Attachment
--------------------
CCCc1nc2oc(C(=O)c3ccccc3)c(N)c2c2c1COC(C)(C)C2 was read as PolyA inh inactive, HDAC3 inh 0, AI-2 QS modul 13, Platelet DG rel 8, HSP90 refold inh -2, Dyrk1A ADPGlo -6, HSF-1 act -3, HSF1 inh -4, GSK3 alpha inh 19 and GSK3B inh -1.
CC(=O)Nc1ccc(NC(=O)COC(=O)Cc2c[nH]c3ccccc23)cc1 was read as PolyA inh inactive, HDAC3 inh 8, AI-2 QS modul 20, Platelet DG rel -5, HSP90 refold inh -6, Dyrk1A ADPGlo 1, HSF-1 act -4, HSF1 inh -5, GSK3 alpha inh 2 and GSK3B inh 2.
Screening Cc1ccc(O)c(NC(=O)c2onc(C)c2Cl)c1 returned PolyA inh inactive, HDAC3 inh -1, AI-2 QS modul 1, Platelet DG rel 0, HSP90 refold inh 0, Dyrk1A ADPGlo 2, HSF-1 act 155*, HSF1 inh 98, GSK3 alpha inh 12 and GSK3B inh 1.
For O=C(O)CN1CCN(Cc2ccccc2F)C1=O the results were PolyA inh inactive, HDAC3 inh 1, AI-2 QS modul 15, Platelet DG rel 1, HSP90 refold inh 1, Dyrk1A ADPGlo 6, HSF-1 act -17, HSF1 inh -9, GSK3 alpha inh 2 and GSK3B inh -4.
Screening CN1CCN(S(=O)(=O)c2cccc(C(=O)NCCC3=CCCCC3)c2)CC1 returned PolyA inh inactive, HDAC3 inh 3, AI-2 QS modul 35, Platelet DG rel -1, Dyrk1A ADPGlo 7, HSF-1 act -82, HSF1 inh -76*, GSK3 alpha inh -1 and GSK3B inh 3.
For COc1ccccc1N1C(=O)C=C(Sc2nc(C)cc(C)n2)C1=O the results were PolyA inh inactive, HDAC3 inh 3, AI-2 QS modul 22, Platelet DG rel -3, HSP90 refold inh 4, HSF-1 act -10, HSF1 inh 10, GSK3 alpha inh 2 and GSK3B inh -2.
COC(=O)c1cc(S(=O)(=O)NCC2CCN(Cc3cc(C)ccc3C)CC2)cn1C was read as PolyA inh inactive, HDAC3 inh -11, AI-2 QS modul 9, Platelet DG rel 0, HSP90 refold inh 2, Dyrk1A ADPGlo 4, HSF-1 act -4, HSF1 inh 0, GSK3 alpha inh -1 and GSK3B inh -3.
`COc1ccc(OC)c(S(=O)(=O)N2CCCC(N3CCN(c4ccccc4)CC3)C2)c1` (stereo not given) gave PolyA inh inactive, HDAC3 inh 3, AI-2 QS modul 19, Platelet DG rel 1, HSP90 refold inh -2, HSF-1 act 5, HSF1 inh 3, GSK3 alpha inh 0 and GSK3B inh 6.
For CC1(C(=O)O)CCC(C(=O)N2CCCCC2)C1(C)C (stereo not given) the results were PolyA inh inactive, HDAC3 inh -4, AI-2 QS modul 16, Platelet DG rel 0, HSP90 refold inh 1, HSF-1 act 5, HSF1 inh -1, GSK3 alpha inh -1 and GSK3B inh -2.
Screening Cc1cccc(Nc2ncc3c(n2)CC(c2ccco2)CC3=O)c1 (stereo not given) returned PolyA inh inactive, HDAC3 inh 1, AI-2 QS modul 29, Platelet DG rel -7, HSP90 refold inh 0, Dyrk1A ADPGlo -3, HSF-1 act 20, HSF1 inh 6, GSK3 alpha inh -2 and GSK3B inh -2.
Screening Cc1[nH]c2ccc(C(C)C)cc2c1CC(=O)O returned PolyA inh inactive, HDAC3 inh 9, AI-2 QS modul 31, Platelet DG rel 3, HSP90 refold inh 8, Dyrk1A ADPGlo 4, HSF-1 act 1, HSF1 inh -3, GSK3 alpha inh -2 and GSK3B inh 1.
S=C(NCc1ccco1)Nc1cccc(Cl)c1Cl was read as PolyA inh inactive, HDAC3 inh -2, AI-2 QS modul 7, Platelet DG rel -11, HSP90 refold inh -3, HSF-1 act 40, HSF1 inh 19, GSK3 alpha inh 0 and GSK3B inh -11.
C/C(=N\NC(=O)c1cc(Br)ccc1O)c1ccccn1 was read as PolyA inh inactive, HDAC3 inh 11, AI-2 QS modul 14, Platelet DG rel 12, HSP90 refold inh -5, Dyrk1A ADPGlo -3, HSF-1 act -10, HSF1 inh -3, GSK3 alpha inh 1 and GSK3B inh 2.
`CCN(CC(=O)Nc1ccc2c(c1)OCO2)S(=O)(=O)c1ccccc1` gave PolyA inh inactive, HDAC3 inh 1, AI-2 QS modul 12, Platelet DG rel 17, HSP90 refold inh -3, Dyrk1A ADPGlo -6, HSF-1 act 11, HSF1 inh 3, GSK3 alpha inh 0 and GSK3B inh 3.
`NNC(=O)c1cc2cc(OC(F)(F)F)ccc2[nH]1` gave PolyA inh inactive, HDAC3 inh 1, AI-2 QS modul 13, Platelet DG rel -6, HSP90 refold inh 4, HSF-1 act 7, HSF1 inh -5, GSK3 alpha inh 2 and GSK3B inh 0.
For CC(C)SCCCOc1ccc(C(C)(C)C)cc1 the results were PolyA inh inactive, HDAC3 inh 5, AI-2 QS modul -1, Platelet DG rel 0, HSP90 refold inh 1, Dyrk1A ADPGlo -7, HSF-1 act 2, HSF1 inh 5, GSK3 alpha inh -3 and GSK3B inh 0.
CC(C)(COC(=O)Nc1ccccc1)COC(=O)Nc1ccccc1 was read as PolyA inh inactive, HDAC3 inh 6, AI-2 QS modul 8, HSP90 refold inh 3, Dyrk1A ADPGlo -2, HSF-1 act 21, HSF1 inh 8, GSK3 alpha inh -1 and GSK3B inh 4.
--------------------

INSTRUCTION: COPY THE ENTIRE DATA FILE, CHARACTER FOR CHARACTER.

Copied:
CCCc1nc2oc(C(=O)c3ccccc3)c(N)c2c2c1COC(C)(C)C2 was read as PolyA inh inactive, HDAC3 inh 0, AI-2 QS modul 13, Platelet DG rel 8, HSP90 refold inh -2, Dyrk1A ADPGlo -6, HSF-1 act -3, HSF1 inh -4, GSK3 alpha inh 19 and GSK3B inh -1.
CC(=O)Nc1ccc(NC(=O)COC(=O)Cc2c[nH]c3ccccc23)cc1 was read as PolyA inh inactive, HDAC3 inh 8, AI-2 QS modul 20, Platelet DG rel -5, HSP90 refold inh -6, Dyrk1A ADPGlo 1, HSF-1 act -4, HSF1 inh -5, GSK3 alpha inh 2 and GSK3B inh 2.
Screening Cc1ccc(O)c(NC(=O)c2onc(C)c2Cl)c1 returned PolyA inh inactive, HDAC3 inh -1, AI-2 QS modul 1, Platelet DG rel 0, HSP90 refold inh 0, Dyrk1A ADPGlo 2, HSF-1 act 155*, HSF1 inh 98, GSK3 alpha inh 12 and GSK3B inh 1.
For O=C(O)CN1CCN(Cc2ccccc2F)C1=O the results were PolyA inh inactive, HDAC3 inh 1, AI-2 QS modul 15, Platelet DG rel 1, HSP90 refold inh 1, Dyrk1A ADPGlo 6, HSF-1 act -17, HSF1 inh -9, GSK3 alpha inh 2 and GSK3B inh -4.
Screening CN1CCN(S(=O)(=O)c2cccc(C(=O)NCCC3=CCCCC3)c2)CC1 returned PolyA inh inactive, HDAC3 inh 3, AI-2 QS modul 35, Platelet DG rel -1, Dyrk1A ADPGlo 7, HSF-1 act -82, HSF1 inh -76*, GSK3 alpha inh -1 and GSK3B inh 3.
For COc1ccccc1N1C(=O)C=C(Sc2nc(C)cc(C)n2)C1=O the results were PolyA inh inactive, HDAC3 inh 3, AI-2 QS modul 22, Platelet DG rel -3, HSP90 refold inh 4, HSF-1 act -10, HSF1 inh 10, GSK3 alpha inh 2 and GSK3B inh -2.
COC(=O)c1cc(S(=O)(=O)NCC2CCN(Cc3cc(C)ccc3C)CC2)cn1C was read as PolyA inh inactive, HDAC3 inh -11, AI-2 QS modul 9, Platelet DG rel 0, HSP90 refold inh 2, Dyrk1A ADPGlo 4, HSF-1 act -4, HSF1 inh 0, GSK3 alpha inh -1 and GSK3B inh -3.
`COc1ccc(OC)c(S(=O)(=O)N2CCCC(N3CCN(c4ccccc4)CC3)C2)c1` (stereo not given) gave PolyA inh inactive, HDAC3 inh 3, AI-2 QS modul 19, Platelet DG rel 1, HSP90 refold inh -2, HSF-1 act 5, HSF1 inh 3, GSK3 alpha inh 0 and GSK3B inh 6.
For CC1(C(=O)O)CCC(C(=O)N2CCCCC2)C1(C)C (stereo not given) the results were PolyA inh inactive, HDAC3 inh -4, AI-2 QS modul 16, Platelet DG rel 0, HSP90 refold inh 1, HSF-1 act 5, HSF1 inh -1, GSK3 alpha inh -1 and GSK3B inh -2.
Screening Cc1cccc(Nc2ncc3c(n2)CC(c2ccco2)CC3=O)c1 (stereo not given) returned PolyA inh inactive, HDAC3 inh 1, AI-2 QS modul 29, Platelet DG rel -7, HSP90 refold inh 0, Dyrk1A ADPGlo -3, HSF-1 act 20, HSF1 inh 6, GSK3 alpha inh -2 and GSK3B inh -2.
Screening Cc1[nH]c2ccc(C(C)C)cc2c1CC(=O)O returned PolyA inh inactive, HDAC3 inh 9, AI-2 QS modul 31, Platelet DG rel 3, HSP90 refold inh 8, Dyrk1A ADPGlo 4, HSF-1 act 1, HSF1 inh -3, GSK3 alpha inh -2 and GSK3B inh 1.
S=C(NCc1ccco1)Nc1cccc(Cl)c1Cl was read as PolyA inh inactive, HDAC3 inh -2, AI-2 QS modul 7, Platelet DG rel -11, HSP90 refold inh -3, HSF-1 act 40, HSF1 inh 19, GSK3 alpha inh 0 and GSK3B inh -11.
C/C(=N\NC(=O)c1cc(Br)ccc1O)c1ccccn1 was read as PolyA inh inactive, HDAC3 inh 11, AI-2 QS modul 14, Platelet DG rel 12, HSP90 refold inh -5, Dyrk1A ADPGlo -3, HSF-1 act -10, HSF1 inh -3, GSK3 alpha inh 1 and GSK3B inh 2.
`CCN(CC(=O)Nc1ccc2c(c1)OCO2)S(=O)(=O)c1ccccc1` gave PolyA inh inactive, HDAC3 inh 1, AI-2 QS modul 12, Platelet DG rel 17, HSP90 refold inh -3, Dyrk1A ADPGlo -6, HSF-1 act 11, HSF1 inh 3, GSK3 alpha inh 0 and GSK3B inh 3.
`NNC(=O)c1cc2cc(OC(F)(F)F)ccc2[nH]1` gave PolyA inh inactive, HDAC3 inh 1, AI-2 QS modul 13, Platelet DG rel -6, HSP90 refold inh 4, HSF-1 act 7, HSF1 inh -5, GSK3 alpha inh 2 and GSK3B inh 0.
For CC(C)SCCCOc1ccc(C(C)(C)C)cc1 the results were PolyA inh inactive, HDAC3 inh 5, AI-2 QS modul -1, Platelet DG rel 0, HSP90 refold inh 1, Dyrk1A ADPGlo -7, HSF-1 act 2, HSF1 inh 5, GSK3 alpha inh -3 and GSK3B inh 0.
CC(C)(COC(=O)Nc1ccccc1)COC(=O)Nc1ccccc1 was read as PolyA inh inactive, HDAC3 inh 6, AI-2 QS modul 8, HSP90 refold inh 3, Dyrk1A ADPGlo -2, HSF-1 act 21, HSF1 inh 8, GSK3 alpha inh -1 and GSK3B inh 4.